Crystal structure, phase stability, and electronic structure of Ti-Al intermetallics: Ti3Al

T. Hong*, T. J. Watson-Yang, X. Q. Guo, A. J. Freeman, T. Oguchi, Jian Hua Xu

*Corresponding author for this work

Research output: Contribution to journalArticlepeer-review

94 Scopus citations


A potentially useful high-temperature intermetallic compound Ti3Al is investigated theoretically by the self-consistent linear muffin-tin orbitals (LMTO) and full-potential linearized augmented-plane-wave (FLAPW) methods within the local-density approximation. Structural properties were calculated for the naturally observed structure, D019, and for two other similar structures, D022 and L12. The LMTO-calculated Wigner-Seitz radii are 2.98 a.u. for all three structures, in excellent agreement with the experimental value (2.99 a.u.) of the observed D019 structure, while the values from the FLAPW method are 2.94 a.u. for the three structures, showing an agreement within about 2%. The calculated formation energies are 0.29, 0.27, and 0.29 eV/atom by the LMTO, and 0.28, 0.25, and 0.27 eV/atom by the FLAPW for the D019, D022, and L12 structures, respectively. The calculated bulk moduli are 1.2 Mbar for all the phases done by the LMTO and FLAPW except the D019 phase from the LMTO calculations, where the value is 1.3 Mbar. These calculated formation energies and bulk moduli agree well (to 10%) with experimental data. The FLAPW-calculated c/a ratio for the D019 and D022 structures are 0.807 and 2.131, respectively. The value for the D019 structure is within 1% of the observed value (0.8007) and the value for the D022 structure is significantly lower than the observed value (2.234) for TiAl3. Charge-density plots for D019 and L12 show quite localized charge distributions in both phases. The covalent character of the bonding is not significant, which may be a good sign for ways to improve its poor ductility.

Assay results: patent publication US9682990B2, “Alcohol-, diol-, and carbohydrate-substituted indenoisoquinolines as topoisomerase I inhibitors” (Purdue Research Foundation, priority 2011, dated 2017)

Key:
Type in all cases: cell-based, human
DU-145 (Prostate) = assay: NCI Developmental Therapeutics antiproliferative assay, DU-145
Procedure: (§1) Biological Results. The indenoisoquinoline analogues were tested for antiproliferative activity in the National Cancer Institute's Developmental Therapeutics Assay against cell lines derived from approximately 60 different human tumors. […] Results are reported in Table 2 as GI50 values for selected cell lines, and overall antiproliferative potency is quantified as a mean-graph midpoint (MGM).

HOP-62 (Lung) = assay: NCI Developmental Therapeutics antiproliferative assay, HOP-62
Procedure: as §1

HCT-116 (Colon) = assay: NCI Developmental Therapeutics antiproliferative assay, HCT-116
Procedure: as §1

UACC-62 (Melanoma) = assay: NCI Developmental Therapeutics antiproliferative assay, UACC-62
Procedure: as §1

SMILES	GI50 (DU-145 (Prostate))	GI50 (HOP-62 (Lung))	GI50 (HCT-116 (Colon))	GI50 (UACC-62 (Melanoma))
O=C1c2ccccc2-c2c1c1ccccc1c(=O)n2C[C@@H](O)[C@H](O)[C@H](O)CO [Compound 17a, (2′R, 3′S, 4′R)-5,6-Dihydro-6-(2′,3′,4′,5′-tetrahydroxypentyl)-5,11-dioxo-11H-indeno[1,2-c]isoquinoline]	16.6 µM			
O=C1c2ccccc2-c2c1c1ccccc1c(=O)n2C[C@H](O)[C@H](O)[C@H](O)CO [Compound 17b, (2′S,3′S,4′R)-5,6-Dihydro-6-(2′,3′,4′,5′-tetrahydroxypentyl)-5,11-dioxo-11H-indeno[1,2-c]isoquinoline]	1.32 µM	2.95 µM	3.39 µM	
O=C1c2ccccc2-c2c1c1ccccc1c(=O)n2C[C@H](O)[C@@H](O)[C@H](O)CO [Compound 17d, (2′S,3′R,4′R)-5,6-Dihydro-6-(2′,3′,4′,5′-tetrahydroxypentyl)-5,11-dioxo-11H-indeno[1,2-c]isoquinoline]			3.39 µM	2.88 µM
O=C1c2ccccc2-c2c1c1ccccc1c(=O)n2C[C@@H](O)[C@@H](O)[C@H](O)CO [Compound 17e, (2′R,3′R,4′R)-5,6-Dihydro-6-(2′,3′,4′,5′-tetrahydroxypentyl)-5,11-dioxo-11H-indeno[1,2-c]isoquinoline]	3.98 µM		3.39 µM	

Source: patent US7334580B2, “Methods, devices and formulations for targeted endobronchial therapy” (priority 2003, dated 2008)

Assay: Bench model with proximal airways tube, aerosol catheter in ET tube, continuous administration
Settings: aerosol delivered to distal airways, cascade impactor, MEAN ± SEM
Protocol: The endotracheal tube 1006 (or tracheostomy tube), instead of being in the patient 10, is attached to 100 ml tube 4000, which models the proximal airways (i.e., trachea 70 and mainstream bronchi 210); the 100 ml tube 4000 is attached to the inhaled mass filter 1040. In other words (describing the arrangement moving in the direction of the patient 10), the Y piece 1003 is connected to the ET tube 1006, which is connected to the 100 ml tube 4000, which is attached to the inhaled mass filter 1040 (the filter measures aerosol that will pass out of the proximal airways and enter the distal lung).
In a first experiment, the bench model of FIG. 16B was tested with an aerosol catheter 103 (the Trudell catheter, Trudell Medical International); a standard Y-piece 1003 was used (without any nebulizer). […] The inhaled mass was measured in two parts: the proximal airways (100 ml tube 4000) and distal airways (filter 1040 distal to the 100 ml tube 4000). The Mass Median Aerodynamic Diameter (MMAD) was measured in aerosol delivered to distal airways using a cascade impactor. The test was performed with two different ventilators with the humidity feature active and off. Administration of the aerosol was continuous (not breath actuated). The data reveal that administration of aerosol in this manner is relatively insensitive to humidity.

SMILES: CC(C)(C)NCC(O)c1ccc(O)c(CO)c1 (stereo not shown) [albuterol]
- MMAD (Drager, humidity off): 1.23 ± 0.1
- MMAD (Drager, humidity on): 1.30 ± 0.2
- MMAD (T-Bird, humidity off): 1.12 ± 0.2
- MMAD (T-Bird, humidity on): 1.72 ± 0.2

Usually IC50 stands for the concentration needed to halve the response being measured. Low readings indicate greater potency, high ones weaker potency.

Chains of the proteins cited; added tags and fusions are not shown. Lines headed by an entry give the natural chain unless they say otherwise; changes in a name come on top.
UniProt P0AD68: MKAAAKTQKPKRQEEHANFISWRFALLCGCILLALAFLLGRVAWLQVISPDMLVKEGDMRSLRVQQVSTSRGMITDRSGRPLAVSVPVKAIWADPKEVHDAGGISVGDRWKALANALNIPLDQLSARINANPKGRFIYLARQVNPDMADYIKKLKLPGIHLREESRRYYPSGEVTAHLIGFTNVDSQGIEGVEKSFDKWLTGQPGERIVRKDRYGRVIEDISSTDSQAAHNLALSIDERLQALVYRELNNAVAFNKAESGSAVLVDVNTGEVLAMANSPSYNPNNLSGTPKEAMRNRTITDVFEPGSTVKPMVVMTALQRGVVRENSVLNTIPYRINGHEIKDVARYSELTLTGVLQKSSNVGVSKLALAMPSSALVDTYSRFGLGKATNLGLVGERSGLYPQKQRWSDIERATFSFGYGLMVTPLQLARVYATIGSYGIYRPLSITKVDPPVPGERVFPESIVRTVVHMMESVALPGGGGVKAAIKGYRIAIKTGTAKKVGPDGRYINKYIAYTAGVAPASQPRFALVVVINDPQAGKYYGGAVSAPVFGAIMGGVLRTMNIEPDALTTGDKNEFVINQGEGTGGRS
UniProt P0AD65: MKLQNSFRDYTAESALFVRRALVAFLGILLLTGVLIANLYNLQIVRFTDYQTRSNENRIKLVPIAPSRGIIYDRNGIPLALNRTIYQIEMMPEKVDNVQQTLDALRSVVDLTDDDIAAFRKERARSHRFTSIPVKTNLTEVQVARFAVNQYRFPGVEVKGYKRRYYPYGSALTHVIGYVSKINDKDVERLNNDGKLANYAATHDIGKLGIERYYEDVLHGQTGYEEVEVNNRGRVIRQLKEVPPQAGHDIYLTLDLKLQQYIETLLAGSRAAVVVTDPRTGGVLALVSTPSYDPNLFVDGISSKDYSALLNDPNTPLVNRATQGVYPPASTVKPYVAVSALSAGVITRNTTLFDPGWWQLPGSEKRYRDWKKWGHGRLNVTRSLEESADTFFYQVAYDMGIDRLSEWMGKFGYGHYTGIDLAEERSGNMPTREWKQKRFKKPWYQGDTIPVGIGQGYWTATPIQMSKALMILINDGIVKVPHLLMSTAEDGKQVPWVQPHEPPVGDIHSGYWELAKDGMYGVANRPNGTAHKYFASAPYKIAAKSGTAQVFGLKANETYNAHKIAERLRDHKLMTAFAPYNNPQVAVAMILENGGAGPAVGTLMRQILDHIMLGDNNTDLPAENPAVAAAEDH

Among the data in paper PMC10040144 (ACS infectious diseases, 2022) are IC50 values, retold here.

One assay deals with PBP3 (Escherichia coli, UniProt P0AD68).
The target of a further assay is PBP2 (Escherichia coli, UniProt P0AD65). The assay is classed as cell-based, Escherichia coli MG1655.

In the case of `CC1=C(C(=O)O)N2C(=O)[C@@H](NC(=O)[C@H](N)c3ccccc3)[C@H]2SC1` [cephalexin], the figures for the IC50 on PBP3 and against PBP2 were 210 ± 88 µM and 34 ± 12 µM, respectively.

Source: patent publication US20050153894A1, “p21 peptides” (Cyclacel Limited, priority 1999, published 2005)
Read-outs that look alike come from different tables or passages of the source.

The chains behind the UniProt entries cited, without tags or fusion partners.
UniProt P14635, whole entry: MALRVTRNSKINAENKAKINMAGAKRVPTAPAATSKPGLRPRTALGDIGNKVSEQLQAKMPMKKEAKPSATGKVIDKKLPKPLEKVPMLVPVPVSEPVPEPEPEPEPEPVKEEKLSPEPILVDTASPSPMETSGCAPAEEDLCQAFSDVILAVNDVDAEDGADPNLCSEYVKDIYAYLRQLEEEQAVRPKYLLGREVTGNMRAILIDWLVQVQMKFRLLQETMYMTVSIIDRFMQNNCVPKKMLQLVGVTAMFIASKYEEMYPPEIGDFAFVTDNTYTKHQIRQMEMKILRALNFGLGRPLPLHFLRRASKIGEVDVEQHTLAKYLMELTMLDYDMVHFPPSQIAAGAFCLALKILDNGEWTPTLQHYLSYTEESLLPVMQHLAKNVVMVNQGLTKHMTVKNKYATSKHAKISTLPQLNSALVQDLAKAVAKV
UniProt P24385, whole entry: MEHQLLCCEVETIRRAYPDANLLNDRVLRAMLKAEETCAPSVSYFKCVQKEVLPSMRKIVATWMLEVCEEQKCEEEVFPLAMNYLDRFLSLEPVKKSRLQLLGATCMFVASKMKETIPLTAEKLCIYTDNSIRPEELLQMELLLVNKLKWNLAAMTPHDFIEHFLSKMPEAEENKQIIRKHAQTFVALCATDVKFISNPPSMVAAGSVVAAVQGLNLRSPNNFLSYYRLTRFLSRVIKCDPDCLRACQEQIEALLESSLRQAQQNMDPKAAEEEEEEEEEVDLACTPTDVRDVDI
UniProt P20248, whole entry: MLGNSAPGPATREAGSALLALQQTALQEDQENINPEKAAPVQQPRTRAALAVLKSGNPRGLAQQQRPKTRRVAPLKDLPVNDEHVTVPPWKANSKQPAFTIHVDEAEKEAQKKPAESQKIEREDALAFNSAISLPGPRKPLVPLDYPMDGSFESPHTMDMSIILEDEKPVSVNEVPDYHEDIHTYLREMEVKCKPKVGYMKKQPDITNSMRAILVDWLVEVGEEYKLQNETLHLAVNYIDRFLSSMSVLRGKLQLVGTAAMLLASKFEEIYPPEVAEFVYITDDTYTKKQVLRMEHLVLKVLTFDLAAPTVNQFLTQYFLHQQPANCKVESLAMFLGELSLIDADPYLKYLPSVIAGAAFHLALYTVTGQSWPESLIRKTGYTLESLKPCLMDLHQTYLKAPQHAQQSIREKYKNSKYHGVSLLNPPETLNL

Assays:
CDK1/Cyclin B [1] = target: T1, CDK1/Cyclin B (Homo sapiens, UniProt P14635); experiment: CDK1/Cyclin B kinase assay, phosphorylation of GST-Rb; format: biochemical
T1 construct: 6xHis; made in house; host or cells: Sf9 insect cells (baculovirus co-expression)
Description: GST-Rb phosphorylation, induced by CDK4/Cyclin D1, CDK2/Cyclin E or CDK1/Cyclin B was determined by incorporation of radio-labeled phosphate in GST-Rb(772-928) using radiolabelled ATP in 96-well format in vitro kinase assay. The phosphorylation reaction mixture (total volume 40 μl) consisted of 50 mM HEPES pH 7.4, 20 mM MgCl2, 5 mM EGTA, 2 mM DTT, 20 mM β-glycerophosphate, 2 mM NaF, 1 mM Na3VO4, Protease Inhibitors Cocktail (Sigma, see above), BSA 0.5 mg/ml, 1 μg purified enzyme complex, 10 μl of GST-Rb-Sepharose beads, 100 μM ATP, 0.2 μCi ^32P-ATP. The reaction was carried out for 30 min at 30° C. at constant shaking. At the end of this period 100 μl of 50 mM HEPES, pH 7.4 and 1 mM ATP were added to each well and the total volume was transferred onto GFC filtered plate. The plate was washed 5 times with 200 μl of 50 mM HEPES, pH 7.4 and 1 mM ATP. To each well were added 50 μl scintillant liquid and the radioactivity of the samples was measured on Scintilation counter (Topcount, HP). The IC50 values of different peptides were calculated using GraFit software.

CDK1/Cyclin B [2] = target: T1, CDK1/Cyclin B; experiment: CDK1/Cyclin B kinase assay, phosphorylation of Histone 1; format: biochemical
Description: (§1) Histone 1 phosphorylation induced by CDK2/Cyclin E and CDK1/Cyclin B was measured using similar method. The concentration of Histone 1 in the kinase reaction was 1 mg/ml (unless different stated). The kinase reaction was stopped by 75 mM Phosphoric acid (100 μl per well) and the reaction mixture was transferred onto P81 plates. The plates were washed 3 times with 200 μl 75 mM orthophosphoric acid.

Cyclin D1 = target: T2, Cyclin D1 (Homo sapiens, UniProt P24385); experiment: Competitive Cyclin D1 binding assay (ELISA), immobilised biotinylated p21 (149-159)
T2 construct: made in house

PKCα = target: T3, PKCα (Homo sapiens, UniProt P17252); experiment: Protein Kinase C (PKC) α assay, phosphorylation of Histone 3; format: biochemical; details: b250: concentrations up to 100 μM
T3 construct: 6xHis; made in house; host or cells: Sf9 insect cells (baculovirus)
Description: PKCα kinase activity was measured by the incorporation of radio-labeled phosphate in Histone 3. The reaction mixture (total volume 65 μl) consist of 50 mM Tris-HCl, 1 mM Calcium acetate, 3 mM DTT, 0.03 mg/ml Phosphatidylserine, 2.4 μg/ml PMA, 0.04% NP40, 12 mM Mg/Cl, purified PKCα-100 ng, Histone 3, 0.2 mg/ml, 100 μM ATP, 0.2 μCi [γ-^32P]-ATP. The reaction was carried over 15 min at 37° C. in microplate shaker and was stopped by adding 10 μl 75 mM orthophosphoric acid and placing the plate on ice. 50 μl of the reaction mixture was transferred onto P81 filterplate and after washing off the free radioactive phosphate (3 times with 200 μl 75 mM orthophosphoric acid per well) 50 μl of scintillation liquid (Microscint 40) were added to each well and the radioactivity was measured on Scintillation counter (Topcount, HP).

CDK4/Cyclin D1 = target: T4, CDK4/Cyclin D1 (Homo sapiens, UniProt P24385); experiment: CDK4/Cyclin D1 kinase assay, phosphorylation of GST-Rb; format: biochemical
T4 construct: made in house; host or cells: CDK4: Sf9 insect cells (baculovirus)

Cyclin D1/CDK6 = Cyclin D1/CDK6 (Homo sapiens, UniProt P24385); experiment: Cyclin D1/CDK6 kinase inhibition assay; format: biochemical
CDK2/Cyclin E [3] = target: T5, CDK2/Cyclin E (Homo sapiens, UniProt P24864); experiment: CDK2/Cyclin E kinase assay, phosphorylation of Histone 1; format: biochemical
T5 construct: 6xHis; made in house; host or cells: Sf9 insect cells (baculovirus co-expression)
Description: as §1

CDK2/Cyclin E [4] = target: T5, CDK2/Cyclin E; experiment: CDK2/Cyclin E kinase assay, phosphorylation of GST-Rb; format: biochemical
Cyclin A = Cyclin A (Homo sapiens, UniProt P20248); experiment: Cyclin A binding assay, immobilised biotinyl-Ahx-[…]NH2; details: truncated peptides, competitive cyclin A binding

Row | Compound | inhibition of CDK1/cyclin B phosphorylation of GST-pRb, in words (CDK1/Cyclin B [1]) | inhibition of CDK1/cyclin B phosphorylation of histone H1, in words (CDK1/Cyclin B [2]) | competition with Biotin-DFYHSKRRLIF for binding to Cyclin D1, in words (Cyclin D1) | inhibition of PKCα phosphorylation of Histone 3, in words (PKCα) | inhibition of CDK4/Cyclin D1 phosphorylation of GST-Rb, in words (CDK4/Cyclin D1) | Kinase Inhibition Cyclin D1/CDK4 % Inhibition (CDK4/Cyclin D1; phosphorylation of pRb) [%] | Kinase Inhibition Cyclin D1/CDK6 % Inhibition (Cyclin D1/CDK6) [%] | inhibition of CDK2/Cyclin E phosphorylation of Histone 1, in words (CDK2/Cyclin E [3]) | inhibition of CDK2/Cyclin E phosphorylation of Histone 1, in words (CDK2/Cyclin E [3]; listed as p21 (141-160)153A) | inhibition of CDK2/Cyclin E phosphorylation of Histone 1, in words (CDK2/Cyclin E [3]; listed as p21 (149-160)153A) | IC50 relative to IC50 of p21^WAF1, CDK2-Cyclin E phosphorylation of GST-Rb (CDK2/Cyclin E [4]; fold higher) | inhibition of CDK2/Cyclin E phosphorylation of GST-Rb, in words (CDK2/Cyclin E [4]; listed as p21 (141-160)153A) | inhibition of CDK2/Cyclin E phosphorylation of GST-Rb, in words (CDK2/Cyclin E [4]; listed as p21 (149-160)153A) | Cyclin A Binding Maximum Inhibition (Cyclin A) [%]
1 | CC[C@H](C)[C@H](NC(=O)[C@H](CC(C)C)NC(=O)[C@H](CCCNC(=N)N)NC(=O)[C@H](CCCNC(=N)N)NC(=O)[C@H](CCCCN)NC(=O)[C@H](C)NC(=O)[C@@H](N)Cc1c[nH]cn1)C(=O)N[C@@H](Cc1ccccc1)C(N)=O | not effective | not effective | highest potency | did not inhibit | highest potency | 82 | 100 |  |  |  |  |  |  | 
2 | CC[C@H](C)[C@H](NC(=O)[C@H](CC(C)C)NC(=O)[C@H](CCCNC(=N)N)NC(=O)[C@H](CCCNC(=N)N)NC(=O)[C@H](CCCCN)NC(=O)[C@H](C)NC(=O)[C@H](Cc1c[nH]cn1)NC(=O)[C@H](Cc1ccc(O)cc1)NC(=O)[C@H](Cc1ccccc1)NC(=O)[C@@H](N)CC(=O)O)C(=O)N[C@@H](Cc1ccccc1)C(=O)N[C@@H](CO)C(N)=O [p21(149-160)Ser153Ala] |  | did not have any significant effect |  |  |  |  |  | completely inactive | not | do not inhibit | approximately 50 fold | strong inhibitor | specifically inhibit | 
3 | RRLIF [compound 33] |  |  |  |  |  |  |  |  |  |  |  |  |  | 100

Original languageEnglish (US)
Pages (from-to)1940-1947
Number of pages8
JournalPhysical Review B
Issue number3
StatePublished - 1991

ASJC Scopus subject areas

  • Condensed Matter Physics


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